Mental Health Awareness and Mississauga Music Scene: Matt Zaddy

Mental Health Awareness and the Mississauga Music Scene: Honesty and the Ripple Effect with Matt Zaddy



Over the last six years, few artists have been as consistently active in the Mississauga Music Scene as a singer-songwriter and multi-instrumentalist Matt Zaddy. With two releases under his belt, 2015’s Perfect Moments and 2019’s Be, Zaddy’s solo work expresses more introspection through his seamless blend of soul and blues-rock. Along with his solo work, he also solidifies his presence by hosting numerous open mic nights across the city, giving local performers a platform to share their stories as well as their music. 

B&W Zaddy – photo by Jason Hashimoto 2019

Every artist who talks openly about mental health awareness focuses on a specific element that shapes their unique perspective. For Zaddy, honesty is most important when contributing his experiences to the conversation. Although mental health awareness has increased exponentially over the last decade, he recognizes that the stigma still exists. “It’s still the elephant in the room where people are afraid to talk about mental health. We are perfectly fine with admitting we have a broken ankle.

When we say “mental health” and “mental illness,” we mean that these things are treatable and that they are not the individual’s fault. The conversation around mental health has improved significantly in the last five years, let alone the last 10, 30, and 50 years”. As an artist with a platform, Zaddy also reflects on other creatives who have shared their stories, and how that has positively impacted the narrative of mental health. “Many public figures have come out and shared their struggles with their followings. It humanizes mental health, as well as the people we look up to and ourselves.”

Pic from Zaddy Metal days (Chicago, Illinois) – 2010, unknown photographer

Being well-versed in multiple instruments and genres, Zaddy began his musical career playing in a heavy metal band. At the time, he was more concerned with the artistry of his compositions rather than the message of his music. “I think my younger self was less concerned about social issues and more concerned with writing and making art”, Zaddy admits. “It was not a part of my artistic identity when I was young. I approached my music more abstractly. Now, my music can still be abstract, but it is more interpersonal”. His full-length album, Be, delivers wisdom on a range of experiences contributing to mental wellbeing, from relating to oneself to seeing his loved ones suffer from their mental illnesses.

For Bell Let’s Talk in January 2020, Zaddy released the standout track Brighter Days, an uplifting anthem about the light at the end of every tunnel. Zaddy expressed that the song’s inspiration stemmed from the hardships he has faced and the ones his closest friends have endured. “Now that I’m older and (hopefully) wiser, I’m more concerned with utilizing my voice to evoke some change, even if it’s seemingly small. I must use my music as a medium to provide comfort or an outlet to my listeners. Lyrically, I want to give people something to think about”. 

In modern times, the arts have been associated with mental illness due to their creative and expressive nature. As a result, artists are more susceptible to expressing some vulnerability. Zaddy admits to having open and honest discussions about failure as the most vulnerable he has been with himself and his fanbase. “Sometimes in music, we paint a false picture of things going right all the time. Self-worth is a big problem people face when dealing with failure.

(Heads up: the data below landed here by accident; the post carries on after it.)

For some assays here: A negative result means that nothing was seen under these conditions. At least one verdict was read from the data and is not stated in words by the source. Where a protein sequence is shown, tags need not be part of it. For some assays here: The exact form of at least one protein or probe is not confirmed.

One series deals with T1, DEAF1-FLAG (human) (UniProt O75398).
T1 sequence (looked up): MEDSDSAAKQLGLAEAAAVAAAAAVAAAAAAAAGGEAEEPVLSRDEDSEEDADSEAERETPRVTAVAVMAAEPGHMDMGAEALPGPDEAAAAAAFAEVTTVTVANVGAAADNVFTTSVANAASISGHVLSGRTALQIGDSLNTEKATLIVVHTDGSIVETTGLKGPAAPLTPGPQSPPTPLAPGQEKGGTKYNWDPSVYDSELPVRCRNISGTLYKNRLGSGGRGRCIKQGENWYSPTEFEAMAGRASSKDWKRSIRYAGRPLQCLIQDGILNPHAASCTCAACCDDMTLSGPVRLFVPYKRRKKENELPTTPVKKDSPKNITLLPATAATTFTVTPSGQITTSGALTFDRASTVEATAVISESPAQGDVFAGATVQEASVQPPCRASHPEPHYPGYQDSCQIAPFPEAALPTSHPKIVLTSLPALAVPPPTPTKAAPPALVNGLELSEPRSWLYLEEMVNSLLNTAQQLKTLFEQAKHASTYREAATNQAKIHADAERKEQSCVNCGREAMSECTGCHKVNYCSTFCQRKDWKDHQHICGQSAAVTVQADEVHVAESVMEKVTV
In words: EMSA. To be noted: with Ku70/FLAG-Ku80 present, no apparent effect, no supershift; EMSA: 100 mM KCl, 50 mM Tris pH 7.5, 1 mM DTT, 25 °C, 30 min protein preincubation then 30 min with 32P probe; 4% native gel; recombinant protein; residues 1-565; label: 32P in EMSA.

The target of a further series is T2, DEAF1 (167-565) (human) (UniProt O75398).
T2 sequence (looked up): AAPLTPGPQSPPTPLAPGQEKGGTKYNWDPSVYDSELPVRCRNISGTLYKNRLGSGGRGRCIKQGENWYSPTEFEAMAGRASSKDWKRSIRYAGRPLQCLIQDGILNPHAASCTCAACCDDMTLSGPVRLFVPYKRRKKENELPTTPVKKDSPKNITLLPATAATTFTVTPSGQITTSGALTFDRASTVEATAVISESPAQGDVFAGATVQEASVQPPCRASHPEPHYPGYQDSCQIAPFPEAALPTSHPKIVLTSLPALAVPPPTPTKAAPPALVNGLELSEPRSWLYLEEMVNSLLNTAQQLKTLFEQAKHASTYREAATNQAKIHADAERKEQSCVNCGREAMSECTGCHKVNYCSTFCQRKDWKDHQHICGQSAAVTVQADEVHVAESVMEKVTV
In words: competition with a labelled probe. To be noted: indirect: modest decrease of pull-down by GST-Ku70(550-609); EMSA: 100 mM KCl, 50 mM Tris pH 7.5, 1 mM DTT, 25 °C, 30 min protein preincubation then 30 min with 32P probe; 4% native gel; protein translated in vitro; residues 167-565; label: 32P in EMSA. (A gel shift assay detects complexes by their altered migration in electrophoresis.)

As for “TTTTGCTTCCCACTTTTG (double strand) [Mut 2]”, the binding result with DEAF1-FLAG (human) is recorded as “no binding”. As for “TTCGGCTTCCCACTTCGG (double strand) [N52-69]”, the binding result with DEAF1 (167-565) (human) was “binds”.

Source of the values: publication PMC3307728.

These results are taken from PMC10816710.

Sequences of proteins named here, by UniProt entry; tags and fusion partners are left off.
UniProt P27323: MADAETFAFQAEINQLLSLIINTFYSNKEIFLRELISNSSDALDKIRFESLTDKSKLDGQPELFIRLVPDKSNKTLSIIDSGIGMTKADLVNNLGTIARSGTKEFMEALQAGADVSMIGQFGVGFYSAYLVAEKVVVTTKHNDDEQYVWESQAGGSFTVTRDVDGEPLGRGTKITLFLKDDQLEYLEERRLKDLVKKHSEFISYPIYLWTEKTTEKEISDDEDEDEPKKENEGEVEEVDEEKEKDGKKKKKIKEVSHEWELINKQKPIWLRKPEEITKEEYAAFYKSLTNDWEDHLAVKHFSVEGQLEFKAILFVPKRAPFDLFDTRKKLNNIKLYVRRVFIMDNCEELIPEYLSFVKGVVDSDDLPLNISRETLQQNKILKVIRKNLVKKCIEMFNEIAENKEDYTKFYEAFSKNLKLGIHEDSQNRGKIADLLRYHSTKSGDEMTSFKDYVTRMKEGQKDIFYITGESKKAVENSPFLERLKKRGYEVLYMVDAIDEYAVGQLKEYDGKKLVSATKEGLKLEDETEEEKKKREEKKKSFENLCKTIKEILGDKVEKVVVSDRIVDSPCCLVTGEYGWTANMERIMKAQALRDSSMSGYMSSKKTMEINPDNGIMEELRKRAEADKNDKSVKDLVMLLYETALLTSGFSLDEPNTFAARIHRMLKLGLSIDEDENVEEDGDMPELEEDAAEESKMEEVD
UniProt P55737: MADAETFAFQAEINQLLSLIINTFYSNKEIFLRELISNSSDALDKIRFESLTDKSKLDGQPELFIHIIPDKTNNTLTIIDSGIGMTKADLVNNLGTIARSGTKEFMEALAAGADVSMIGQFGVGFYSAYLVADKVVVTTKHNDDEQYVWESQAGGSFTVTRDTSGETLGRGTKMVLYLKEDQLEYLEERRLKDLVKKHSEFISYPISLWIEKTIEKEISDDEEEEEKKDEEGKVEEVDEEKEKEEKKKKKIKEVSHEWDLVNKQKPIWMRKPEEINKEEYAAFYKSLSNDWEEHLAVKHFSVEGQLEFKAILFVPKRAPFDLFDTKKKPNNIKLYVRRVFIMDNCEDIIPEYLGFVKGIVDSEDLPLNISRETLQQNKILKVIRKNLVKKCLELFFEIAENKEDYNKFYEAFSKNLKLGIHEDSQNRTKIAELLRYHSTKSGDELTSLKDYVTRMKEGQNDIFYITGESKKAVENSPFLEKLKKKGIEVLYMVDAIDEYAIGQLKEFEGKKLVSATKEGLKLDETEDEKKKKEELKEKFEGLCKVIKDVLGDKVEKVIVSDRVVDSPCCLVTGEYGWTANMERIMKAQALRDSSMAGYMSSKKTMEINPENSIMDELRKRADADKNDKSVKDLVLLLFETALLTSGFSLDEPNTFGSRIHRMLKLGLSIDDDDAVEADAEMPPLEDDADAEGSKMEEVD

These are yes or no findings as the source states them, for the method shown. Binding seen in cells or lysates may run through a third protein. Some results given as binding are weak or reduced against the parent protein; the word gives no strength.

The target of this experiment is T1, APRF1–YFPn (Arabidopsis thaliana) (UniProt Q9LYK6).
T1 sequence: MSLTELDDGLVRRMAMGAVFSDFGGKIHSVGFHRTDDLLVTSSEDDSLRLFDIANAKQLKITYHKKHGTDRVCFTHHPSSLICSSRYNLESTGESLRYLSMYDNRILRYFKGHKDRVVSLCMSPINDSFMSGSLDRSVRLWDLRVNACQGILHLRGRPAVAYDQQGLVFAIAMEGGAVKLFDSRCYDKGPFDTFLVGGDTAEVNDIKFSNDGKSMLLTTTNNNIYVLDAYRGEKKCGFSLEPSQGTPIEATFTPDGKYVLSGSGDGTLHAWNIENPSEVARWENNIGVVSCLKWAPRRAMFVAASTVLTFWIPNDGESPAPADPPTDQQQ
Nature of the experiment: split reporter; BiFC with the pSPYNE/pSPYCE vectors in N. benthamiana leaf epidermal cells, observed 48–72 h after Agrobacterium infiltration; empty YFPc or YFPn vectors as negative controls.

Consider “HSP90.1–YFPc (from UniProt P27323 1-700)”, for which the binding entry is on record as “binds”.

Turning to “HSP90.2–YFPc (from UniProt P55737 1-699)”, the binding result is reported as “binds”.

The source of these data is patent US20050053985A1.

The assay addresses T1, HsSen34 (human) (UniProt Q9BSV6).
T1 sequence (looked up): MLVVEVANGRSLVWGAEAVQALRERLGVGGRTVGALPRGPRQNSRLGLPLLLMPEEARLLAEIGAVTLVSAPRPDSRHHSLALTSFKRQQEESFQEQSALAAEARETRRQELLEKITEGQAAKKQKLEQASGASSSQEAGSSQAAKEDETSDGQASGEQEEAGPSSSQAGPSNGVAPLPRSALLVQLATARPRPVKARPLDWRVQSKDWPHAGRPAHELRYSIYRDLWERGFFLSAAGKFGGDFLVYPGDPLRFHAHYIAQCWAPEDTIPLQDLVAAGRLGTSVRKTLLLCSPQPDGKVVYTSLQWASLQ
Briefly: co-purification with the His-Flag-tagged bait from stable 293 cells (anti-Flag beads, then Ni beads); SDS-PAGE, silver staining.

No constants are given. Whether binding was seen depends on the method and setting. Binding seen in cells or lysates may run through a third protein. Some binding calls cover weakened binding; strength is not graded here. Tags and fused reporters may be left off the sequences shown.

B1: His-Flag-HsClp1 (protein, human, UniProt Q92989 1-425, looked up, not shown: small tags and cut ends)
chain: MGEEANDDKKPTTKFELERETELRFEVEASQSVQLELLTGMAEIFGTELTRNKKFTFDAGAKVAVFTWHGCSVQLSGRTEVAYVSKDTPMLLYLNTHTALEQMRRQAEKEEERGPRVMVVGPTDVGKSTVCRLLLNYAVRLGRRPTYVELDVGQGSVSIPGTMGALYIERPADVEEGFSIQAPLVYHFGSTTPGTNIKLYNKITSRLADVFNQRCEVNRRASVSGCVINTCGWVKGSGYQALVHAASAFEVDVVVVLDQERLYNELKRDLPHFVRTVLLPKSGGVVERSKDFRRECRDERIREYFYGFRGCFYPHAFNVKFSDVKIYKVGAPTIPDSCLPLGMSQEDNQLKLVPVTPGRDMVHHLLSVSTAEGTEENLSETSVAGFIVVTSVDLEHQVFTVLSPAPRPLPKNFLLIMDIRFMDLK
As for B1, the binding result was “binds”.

I talk about how I’ve dealt with it without projecting myself as a failure. We are extremely hard on ourselves as individuals and as a society. We tend to set these unattainable standards for ourselves and one another”. Although a sensitive and somewhat heavy subject, Zaddy is careful to discuss his struggles in a way that humanizes himself and his audience. “Personally, I’ve never had a big break. Some people would take that very personally. As someone who is an arts entrepreneur, you get far more no’s than you do yeses. I think failure is a big issue in mental health because we do not know how to deal with it in a healthy way”. 

Matt Zaddy with electric guitar – photo by Melissa Aquino 2019

Zaddy is conscious of the impact of seemingly small actions. Therefore, he is committed to spreading goodness in his everyday life, and he encourages his listeners to do the same. He explains, “most of what we do has a ripple effect, so it’s important that we try to be a little more kind to one another. A small act of kindness can go an exceptionally long way and spread outward. When I see someone on the street asking for change, I am always happy to spare them some”. As expressed in Brighter Days and most of the tracks off Be, mental health is very personal to Zaddy, and he wants to share those stories as honestly as he can.

“For a very long time, I have observed the effect severe mental illnesses have on those closest to me. Now, my music can still be abstract, but it is more interpersonal. It became something that I felt like I could make a difference through since I know what it’s like to feel like there is no way out”. Through his presence in the Mississauga Music Scene, Zaddy’s kindness and values are as apparent as his talent. His ability to stay humble and honest makes his contribution to mental health awareness more brilliant and impactful. 

For more information on Matt Zaddy and his upcoming virtual events, visit 

Vanessa Butera
Author: Vanessa Butera, Content Writer, The Onside Media, Toronto, Canada. If you have stories to share kindly email: –
SOURCEMatt Zaddy


Please enter your comment!
Please enter your name here

This site uses Akismet to reduce spam. Learn how your comment data is processed.